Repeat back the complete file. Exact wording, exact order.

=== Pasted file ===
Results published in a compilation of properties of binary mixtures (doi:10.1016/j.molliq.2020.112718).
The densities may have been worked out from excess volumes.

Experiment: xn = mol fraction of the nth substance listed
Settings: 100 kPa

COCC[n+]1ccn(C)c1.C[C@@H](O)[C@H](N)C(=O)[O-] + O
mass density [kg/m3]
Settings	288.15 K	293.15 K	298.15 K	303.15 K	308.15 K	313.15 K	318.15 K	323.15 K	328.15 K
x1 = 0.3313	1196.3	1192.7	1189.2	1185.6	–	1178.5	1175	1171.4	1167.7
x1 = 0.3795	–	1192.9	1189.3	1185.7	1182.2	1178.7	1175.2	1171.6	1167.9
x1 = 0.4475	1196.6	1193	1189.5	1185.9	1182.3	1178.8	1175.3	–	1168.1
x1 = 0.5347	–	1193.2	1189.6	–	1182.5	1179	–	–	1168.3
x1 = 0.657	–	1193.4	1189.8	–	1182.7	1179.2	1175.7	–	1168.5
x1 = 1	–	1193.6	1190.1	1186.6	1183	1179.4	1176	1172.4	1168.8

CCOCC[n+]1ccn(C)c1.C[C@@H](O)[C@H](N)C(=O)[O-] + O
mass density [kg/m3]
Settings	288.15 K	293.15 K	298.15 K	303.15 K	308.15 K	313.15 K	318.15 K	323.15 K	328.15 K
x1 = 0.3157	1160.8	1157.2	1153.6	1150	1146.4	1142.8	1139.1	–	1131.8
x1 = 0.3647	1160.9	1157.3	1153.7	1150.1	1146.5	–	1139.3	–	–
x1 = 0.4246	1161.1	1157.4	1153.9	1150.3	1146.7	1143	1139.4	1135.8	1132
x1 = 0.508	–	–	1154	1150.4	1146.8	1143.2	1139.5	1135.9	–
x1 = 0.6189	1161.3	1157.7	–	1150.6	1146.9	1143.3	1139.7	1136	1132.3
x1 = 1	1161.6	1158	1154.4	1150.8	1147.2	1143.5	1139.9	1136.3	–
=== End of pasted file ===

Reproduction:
Results published in a compilation of properties of binary mixtures (doi:10.1016/j.molliq.2020.112718).
The densities may have been worked out from excess volumes.

Experiment: xn = mol fraction of the nth substance listed
Settings: 100 kPa

COCC[n+]1ccn(C)c1.C[C@@H](O)[C@H](N)C(=O)[O-] + O
mass density [kg/m3]
Settings	288.15 K	293.15 K	298.15 K	303.15 K	308.15 K	313.15 K	318.15 K	323.15 K	328.15 K
x1 = 0.3313	1196.3	1192.7	1189.2	1185.6	–	1178.5	1175	1171.4	1167.7
x1 = 0.3795	–	1192.9	1189.3	1185.7	1182.2	1178.7	1175.2	1171.6	1167.9
x1 = 0.4475	1196.6	1193	1189.5	1185.9	1182.3	1178.8	1175.3	–	1168.1
x1 = 0.5347	–	1193.2	1189.6	–	1182.5	1179	–	–	1168.3
x1 = 0.657	–	1193.4	1189.8	–	1182.7	1179.2	1175.7	–	1168.5
x1 = 1	–	1193.6	1190.1	1186.6	1183	1179.4	1176	1172.4	1168.8

CCOCC[n+]1ccn(C)c1.C[C@@H](O)[C@H](N)C(=O)[O-] + O
mass density [kg/m3]
Settings	288.15 K	293.15 K	298.15 K	303.15 K	308.15 K	313.15 K	318.15 K	323.15 K	328.15 K
x1 = 0.3157	1160.8	1157.2	1153.6	1150	1146.4	1142.8	1139.1	–	1131.8
x1 = 0.3647	1160.9	1157.3	1153.7	1150.1	1146.5	–	1139.3	–	–
x1 = 0.4246	1161.1	1157.4	1153.9	1150.3	1146.7	1143	1139.4	1135.8	1132
x1 = 0.508	–	–	1154	1150.4	1146.8	1143.2	1139.5	1135.9	–
x1 = 0.6189	1161.3	1157.7	–	1150.6	1146.9	1143.3	1139.7	1136	1132.3
x1 = 1	1161.6	1158	1154.4	1150.8	1147.2	1143.5	1139.9	1136.3	–